TOD at the RTC

Centro is looking at running a Bus Rapid Transit line between Syracuse University and the Regional Transportation Center. To the south, that line’s last stop will be in the middle of a neighborhood with lots of jobs, lots of people, and little parking. That all makes University Hill a place that where good bus service will work. To the north, the line will end in the middle of a bunch of parking lots and vacant land. That’s the kind of place where bus service will fail.

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City Hall knows this, and it intended to fix the problem. The Land Use & Development Plan, written in 2012, says:

“Once major transportation corridors, to be served by bus rapid transit or some other regional public transportation mode, and fixed stations are identified… [City Hall should] designate the area immediately surrounding these stations as appropriate for pedestrian-friendly, high-density, mixed-use development”
LUP pg 31

The Plan doubles down on that when it designates the area as an “Industrial Legacy” and then says:

“New development and infill construction should be tightly focused within and around Neighborhood Centers (neighborhood business districts), Urban Core, Industrial Legacy, and Adapted Mansion character areas… Any new residential development in these areas will increase their density, support the economic base of these neighborhood centers, promote walkable development patterns, and support public transit service.”
Pg 38 of LUP

And the Plan gets very specific about what needs to happen in the area when it says:

“the area surrounding the Central New York Regional Market, Alliance Bank Stadium, and the Regional Transportation Center includes large areas of surface parking and vacant or underutilized property. When the Regional Transportation Center is connected to the Empire Corridor High Speed Rail this area will present a will-situated opportunity for high-density, transit-oriented development (TOD)… Zoning amendments should be made now to encourage TOD and prevent inappropriate industrial infill that might discourage this kind of development”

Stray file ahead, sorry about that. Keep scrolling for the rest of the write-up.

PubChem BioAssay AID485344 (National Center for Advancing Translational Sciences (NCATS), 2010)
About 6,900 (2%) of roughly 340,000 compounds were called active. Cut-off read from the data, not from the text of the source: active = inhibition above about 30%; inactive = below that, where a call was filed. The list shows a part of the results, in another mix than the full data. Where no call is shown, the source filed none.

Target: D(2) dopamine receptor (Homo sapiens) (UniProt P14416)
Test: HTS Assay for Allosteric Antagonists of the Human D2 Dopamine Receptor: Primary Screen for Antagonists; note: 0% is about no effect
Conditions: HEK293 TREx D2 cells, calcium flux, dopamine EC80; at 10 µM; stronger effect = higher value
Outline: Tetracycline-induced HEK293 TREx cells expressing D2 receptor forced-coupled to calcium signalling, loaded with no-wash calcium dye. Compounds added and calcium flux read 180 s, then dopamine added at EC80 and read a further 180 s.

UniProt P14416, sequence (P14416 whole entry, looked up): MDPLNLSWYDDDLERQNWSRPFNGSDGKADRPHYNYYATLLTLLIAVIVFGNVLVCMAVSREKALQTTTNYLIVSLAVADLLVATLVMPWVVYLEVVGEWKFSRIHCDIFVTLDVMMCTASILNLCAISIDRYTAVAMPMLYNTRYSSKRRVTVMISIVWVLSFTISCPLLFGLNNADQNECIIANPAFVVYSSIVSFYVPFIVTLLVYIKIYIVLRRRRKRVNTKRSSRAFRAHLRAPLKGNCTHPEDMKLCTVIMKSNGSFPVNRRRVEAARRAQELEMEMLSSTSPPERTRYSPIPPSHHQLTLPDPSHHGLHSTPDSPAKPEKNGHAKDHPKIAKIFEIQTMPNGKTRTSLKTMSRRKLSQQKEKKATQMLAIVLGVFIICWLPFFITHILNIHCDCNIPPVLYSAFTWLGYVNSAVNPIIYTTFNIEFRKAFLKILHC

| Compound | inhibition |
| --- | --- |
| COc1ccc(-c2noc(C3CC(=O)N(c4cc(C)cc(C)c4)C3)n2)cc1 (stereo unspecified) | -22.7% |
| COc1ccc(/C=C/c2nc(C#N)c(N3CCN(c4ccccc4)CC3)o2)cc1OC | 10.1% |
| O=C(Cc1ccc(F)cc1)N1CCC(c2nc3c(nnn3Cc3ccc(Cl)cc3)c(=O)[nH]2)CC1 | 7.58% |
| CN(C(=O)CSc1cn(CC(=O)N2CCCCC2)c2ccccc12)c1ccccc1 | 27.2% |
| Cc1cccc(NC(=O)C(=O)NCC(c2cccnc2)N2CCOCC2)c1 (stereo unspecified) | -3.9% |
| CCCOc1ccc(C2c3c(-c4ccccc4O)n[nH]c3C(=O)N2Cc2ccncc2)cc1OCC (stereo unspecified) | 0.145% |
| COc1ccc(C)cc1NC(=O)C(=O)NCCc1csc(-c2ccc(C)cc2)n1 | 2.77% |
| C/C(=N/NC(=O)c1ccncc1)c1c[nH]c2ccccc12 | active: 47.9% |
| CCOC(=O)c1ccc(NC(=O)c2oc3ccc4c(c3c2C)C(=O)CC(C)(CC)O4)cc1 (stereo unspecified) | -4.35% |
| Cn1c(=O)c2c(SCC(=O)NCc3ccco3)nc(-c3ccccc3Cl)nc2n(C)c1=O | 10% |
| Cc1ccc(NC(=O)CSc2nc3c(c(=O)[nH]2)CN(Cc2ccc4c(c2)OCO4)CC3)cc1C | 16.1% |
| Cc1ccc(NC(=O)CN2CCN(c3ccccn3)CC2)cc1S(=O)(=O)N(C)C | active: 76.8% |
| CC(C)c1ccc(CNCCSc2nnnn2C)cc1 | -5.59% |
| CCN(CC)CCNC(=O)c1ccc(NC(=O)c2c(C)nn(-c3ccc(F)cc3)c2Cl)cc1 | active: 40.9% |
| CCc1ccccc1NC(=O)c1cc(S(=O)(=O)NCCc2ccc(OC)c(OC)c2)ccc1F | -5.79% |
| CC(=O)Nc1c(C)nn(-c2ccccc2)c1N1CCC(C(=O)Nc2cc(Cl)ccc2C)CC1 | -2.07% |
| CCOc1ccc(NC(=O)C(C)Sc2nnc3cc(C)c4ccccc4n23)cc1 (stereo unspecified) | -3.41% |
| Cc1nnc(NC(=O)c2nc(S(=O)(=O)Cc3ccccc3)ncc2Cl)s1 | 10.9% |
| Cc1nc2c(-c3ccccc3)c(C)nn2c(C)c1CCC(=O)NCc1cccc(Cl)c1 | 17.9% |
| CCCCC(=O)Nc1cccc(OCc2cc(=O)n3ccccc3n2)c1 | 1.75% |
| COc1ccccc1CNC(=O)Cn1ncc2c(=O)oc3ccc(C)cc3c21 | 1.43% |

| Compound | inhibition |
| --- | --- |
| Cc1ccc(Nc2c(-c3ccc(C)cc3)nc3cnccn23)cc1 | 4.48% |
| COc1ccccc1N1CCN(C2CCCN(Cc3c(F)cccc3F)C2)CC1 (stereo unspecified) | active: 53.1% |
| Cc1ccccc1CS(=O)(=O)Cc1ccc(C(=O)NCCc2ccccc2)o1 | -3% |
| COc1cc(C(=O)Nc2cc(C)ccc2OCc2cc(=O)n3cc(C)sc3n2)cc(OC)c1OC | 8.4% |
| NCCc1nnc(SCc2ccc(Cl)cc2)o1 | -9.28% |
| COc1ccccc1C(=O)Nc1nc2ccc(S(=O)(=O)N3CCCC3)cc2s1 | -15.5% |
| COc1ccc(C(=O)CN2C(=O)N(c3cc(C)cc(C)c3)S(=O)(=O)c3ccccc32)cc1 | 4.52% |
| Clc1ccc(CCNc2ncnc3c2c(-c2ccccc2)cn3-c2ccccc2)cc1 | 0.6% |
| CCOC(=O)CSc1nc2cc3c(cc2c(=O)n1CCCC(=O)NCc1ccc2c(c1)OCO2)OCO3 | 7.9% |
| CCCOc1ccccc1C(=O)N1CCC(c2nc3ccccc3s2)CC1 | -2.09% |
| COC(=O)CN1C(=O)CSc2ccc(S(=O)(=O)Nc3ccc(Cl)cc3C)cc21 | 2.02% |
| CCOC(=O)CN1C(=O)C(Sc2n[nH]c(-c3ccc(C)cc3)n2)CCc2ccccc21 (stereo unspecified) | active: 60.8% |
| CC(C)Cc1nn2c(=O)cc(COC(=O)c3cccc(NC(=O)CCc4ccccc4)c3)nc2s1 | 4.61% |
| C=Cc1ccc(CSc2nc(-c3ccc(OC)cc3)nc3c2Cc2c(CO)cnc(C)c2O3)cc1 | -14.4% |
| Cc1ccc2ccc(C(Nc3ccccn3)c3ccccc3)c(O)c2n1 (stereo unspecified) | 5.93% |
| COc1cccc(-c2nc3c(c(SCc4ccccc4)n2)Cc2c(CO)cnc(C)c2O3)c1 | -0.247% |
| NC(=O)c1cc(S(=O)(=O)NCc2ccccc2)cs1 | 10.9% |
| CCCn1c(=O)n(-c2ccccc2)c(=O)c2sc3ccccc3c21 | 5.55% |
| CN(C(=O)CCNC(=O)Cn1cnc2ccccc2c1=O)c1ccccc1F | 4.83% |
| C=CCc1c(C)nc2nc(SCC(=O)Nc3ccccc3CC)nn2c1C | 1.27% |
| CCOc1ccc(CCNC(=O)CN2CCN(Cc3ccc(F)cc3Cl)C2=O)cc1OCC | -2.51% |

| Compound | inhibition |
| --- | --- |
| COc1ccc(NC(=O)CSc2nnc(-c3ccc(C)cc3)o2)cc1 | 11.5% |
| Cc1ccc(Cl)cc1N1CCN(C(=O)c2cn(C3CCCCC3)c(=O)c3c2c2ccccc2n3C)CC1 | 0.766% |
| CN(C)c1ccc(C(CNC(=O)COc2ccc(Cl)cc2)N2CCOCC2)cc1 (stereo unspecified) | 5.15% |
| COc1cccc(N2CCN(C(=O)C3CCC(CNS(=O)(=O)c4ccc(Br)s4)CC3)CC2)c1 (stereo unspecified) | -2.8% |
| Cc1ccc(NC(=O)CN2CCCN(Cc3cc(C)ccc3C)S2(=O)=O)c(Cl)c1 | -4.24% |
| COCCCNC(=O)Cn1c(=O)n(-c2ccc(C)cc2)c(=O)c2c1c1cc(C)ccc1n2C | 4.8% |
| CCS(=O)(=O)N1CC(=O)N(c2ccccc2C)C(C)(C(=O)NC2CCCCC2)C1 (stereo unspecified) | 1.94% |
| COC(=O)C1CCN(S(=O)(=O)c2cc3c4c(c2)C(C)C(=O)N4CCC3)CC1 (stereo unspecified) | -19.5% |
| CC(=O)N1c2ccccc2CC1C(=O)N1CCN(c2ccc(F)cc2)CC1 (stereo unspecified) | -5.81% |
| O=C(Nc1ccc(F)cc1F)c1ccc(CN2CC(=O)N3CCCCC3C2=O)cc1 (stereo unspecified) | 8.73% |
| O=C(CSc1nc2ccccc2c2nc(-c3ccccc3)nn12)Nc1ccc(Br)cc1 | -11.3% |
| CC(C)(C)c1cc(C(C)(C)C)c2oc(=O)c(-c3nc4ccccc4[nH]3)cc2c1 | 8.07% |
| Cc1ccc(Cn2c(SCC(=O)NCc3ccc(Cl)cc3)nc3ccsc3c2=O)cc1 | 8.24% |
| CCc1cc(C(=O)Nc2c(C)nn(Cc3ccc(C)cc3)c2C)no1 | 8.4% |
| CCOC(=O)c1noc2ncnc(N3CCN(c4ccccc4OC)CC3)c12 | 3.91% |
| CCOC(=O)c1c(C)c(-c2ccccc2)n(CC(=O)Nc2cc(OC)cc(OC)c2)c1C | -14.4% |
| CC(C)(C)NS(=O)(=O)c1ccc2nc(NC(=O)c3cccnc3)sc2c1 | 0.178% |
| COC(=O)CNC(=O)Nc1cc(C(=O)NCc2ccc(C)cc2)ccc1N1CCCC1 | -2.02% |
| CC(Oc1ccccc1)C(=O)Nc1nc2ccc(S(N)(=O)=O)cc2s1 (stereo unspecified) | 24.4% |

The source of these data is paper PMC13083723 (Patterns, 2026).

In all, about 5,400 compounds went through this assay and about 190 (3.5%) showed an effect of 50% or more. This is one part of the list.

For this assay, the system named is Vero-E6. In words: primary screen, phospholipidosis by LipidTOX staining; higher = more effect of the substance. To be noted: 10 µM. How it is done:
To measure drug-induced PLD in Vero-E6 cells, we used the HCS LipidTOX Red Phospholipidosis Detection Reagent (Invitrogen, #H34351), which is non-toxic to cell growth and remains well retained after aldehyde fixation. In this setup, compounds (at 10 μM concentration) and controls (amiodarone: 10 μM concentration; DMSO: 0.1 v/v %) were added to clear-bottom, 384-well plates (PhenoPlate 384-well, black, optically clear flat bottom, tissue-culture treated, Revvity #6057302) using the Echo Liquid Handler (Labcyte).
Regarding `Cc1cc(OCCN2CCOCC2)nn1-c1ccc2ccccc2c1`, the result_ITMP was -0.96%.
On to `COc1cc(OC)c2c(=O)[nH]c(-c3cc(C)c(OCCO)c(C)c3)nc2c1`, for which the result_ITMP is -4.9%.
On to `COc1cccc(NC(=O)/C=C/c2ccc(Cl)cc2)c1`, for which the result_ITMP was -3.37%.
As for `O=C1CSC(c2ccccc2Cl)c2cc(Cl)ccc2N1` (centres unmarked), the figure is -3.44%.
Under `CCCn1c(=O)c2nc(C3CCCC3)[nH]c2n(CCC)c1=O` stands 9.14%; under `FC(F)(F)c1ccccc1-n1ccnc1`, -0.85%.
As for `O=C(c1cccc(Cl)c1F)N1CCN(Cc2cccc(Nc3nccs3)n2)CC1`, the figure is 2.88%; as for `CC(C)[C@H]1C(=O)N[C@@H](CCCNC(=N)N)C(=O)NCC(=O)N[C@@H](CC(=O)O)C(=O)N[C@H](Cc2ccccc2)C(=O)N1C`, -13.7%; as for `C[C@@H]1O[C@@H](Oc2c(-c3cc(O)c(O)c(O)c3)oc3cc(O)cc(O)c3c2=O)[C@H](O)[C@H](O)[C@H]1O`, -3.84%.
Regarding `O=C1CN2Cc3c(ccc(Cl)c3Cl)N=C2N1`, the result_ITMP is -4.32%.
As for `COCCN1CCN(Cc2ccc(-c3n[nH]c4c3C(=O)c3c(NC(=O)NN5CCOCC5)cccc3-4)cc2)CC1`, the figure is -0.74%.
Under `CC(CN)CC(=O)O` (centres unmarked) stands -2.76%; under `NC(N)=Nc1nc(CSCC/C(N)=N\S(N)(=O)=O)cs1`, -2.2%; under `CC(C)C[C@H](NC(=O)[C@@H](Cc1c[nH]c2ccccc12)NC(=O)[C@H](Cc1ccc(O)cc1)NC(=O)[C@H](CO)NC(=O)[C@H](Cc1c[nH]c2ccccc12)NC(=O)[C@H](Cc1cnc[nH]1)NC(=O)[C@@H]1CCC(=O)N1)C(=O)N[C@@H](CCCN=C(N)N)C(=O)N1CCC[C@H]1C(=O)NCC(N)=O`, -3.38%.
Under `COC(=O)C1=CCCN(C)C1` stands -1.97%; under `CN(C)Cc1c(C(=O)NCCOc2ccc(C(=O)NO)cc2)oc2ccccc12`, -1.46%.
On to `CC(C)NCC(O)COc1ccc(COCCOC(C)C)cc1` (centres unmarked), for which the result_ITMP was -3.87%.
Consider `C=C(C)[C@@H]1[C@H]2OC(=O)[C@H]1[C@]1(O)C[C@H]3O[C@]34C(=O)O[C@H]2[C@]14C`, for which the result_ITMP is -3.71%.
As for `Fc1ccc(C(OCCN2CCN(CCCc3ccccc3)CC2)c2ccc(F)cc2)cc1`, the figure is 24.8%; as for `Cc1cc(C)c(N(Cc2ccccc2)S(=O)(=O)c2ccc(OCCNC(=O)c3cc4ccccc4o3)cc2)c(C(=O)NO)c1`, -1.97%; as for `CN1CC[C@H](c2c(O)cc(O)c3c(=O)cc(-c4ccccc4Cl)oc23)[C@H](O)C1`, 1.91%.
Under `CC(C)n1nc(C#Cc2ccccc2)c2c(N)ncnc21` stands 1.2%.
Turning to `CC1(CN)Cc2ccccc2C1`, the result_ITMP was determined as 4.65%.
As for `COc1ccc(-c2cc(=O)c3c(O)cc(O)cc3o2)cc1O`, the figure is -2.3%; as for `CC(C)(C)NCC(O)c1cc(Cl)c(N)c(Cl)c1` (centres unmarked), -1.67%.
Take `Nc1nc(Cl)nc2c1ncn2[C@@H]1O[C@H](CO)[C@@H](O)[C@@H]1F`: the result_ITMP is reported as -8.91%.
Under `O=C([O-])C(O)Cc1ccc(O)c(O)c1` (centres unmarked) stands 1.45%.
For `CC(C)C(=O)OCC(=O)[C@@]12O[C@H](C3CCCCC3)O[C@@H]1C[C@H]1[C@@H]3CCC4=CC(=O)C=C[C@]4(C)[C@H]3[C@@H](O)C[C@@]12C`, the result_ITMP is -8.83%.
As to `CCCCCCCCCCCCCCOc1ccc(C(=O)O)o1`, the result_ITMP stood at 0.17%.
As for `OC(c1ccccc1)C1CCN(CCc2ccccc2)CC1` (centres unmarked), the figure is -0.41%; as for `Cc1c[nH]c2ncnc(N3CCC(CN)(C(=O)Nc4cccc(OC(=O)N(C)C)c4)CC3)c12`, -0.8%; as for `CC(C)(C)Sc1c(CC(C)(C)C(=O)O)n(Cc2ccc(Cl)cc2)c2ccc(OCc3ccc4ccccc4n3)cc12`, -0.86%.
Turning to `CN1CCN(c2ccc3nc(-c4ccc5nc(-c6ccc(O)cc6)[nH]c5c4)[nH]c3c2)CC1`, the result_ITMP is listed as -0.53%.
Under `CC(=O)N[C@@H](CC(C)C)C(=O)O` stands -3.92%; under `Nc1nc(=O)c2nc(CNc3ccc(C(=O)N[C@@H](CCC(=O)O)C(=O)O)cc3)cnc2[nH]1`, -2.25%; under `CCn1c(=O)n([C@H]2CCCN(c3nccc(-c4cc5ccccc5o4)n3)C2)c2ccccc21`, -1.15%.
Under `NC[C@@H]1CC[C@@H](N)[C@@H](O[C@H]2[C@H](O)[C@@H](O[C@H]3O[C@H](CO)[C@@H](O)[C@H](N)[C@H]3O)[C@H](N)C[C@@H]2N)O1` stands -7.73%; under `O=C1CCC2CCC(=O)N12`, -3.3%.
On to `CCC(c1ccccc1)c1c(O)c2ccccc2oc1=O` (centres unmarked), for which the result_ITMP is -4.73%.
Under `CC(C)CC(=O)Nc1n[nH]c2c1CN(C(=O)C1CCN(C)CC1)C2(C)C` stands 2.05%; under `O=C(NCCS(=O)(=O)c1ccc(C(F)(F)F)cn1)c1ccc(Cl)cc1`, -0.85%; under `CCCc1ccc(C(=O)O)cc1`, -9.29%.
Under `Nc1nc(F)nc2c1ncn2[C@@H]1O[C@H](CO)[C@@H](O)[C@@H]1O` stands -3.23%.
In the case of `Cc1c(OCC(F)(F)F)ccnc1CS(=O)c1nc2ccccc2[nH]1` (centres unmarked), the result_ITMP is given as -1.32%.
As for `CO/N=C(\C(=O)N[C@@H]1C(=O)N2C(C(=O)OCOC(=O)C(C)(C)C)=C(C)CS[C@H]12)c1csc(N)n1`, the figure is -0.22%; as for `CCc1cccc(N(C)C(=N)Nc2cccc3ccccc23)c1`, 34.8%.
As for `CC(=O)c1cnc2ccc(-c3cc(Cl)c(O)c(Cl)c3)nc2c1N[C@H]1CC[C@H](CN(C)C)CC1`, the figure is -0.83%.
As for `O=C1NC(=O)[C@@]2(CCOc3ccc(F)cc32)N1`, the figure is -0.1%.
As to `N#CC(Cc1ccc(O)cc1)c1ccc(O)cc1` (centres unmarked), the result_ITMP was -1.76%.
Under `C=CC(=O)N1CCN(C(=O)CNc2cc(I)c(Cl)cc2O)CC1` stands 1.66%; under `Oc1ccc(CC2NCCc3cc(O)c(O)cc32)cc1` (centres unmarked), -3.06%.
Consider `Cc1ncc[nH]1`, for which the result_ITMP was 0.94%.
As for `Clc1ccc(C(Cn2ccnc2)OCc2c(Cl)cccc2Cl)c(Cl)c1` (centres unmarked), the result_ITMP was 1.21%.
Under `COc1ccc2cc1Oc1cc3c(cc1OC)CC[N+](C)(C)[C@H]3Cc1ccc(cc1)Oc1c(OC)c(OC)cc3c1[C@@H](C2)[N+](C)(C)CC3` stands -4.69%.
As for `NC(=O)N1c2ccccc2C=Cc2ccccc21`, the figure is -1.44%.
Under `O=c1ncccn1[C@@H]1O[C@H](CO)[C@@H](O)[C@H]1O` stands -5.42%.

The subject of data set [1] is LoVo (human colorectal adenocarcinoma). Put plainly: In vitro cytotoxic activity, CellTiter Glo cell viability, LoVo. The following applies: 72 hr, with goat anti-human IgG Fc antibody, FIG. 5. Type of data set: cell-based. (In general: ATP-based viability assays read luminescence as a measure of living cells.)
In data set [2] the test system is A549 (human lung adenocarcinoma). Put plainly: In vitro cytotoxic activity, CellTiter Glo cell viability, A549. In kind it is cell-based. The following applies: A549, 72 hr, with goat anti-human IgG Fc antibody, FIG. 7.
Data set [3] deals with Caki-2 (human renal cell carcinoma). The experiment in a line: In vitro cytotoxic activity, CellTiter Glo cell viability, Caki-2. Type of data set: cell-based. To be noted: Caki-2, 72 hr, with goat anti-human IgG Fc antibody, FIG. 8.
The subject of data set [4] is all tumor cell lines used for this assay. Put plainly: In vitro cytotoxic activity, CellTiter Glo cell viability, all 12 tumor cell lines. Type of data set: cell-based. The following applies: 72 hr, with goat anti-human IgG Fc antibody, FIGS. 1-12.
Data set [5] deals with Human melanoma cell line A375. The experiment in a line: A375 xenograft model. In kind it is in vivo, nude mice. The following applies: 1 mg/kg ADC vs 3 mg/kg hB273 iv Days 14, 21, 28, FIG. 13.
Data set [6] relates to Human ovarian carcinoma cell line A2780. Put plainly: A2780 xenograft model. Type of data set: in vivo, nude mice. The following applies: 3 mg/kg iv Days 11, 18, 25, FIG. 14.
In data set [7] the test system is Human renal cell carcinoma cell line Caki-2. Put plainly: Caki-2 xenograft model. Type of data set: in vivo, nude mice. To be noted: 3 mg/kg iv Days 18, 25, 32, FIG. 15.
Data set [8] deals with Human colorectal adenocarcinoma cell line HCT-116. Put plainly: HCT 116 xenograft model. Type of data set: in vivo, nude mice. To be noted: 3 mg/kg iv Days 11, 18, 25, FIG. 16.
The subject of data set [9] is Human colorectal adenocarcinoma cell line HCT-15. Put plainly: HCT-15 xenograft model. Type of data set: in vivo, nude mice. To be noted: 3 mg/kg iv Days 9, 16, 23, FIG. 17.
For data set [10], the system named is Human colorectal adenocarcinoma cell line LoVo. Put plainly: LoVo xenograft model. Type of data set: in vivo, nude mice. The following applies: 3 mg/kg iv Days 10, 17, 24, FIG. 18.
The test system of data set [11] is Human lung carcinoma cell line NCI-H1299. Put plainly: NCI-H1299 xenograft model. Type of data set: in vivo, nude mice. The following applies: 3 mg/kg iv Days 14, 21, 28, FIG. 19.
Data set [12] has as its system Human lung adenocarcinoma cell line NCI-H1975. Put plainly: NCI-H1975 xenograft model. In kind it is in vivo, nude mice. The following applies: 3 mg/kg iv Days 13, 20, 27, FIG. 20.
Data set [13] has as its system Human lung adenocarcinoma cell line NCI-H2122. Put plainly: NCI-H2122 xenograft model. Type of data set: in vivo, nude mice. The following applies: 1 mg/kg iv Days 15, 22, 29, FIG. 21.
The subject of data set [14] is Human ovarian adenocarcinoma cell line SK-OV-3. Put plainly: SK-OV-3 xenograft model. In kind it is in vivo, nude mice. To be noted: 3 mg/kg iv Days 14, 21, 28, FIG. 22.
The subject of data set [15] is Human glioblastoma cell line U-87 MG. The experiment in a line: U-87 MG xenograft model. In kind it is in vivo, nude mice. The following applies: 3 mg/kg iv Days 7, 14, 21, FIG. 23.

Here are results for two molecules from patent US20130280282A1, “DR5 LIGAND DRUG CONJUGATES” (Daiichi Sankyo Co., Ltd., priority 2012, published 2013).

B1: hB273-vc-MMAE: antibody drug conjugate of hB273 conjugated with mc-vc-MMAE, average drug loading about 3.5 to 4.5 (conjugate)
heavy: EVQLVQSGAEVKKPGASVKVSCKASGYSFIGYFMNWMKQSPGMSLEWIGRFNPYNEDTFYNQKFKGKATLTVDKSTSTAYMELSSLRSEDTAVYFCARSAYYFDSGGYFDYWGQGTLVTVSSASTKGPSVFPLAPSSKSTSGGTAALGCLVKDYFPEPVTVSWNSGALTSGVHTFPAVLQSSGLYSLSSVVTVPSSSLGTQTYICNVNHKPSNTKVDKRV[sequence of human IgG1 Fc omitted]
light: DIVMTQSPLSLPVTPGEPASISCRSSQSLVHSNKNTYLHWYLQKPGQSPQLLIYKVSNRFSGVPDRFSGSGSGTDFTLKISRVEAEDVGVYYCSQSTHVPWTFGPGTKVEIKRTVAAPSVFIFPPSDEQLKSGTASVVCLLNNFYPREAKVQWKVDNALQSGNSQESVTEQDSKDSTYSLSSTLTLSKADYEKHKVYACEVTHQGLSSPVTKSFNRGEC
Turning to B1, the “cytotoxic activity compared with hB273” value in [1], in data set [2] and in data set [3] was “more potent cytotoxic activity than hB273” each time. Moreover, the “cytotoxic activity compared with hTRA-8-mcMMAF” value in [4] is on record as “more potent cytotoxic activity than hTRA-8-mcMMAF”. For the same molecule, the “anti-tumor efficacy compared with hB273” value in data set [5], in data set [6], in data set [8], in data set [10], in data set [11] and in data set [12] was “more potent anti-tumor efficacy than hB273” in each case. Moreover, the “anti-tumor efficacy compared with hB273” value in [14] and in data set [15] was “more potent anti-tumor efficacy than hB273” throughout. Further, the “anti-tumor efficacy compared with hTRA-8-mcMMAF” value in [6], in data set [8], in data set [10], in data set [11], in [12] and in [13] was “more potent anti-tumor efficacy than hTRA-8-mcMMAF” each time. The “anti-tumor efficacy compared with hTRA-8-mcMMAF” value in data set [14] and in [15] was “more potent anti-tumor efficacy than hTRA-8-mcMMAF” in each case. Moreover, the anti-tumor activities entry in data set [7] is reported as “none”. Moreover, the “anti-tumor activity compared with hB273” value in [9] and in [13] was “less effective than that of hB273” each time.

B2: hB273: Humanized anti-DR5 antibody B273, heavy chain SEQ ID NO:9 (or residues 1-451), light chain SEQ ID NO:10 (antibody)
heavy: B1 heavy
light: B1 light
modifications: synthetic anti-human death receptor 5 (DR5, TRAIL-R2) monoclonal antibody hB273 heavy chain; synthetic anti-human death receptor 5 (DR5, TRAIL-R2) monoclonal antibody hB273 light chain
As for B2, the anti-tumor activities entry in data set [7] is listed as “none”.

LUP pg 53

The Land Use & Development Plan talks over and over about how the area around the RTC has the potential to be a neighborhood where people don’t need to own a car, but that can only happen if enough people move to the area to support things like good bus service and small business. That’s why the Land Use & Development Plan recommended rezoning the area around the RTC to allow a lot more housing.

When City Hall put out its first draft of the new zoning map in February 2017, it followed the Land Use & Development Plan’s recommendation and made that area MX-3. Land zoned MX-3 can be used for all kinds of things including 1- and 2-family houses, apartment buildings, boarding houses, bars, microbreweries, restaurants, and office space. When City Hall released its second draft map in June 2017, though, it had made that area Light Industrial, and when the most recent map came out in March 2018, that area was just zoned Industrial.


An Industrial property can have a lot of the same commercial uses as a property zoned MX-3–it can have bars and microbreweries and restaurants and office space–but Industrial land cannot have any residences at all–no apartment buildings, no 1- or 2-family houses, nothing. It’s pretty clear, then, that if this area is zoned for Industry, then it cannot be the sort of “mixed-use” or “transit oriented” neighborhood that City Hall’s own Land Use & Development Plan says it needs to be.

It doesn’t have to be that way. City Hall should implement its own recommendations and rezone the area around the RTC to allow for both commercial and residential buildings. That will allow for the kind of neighborhood where Centro’s new BRT service will be most useful, the kind of neighborhood where there are lots of jobs and lots of people, the kind of neighborhood that will make this corner of Syracuse a good place to live.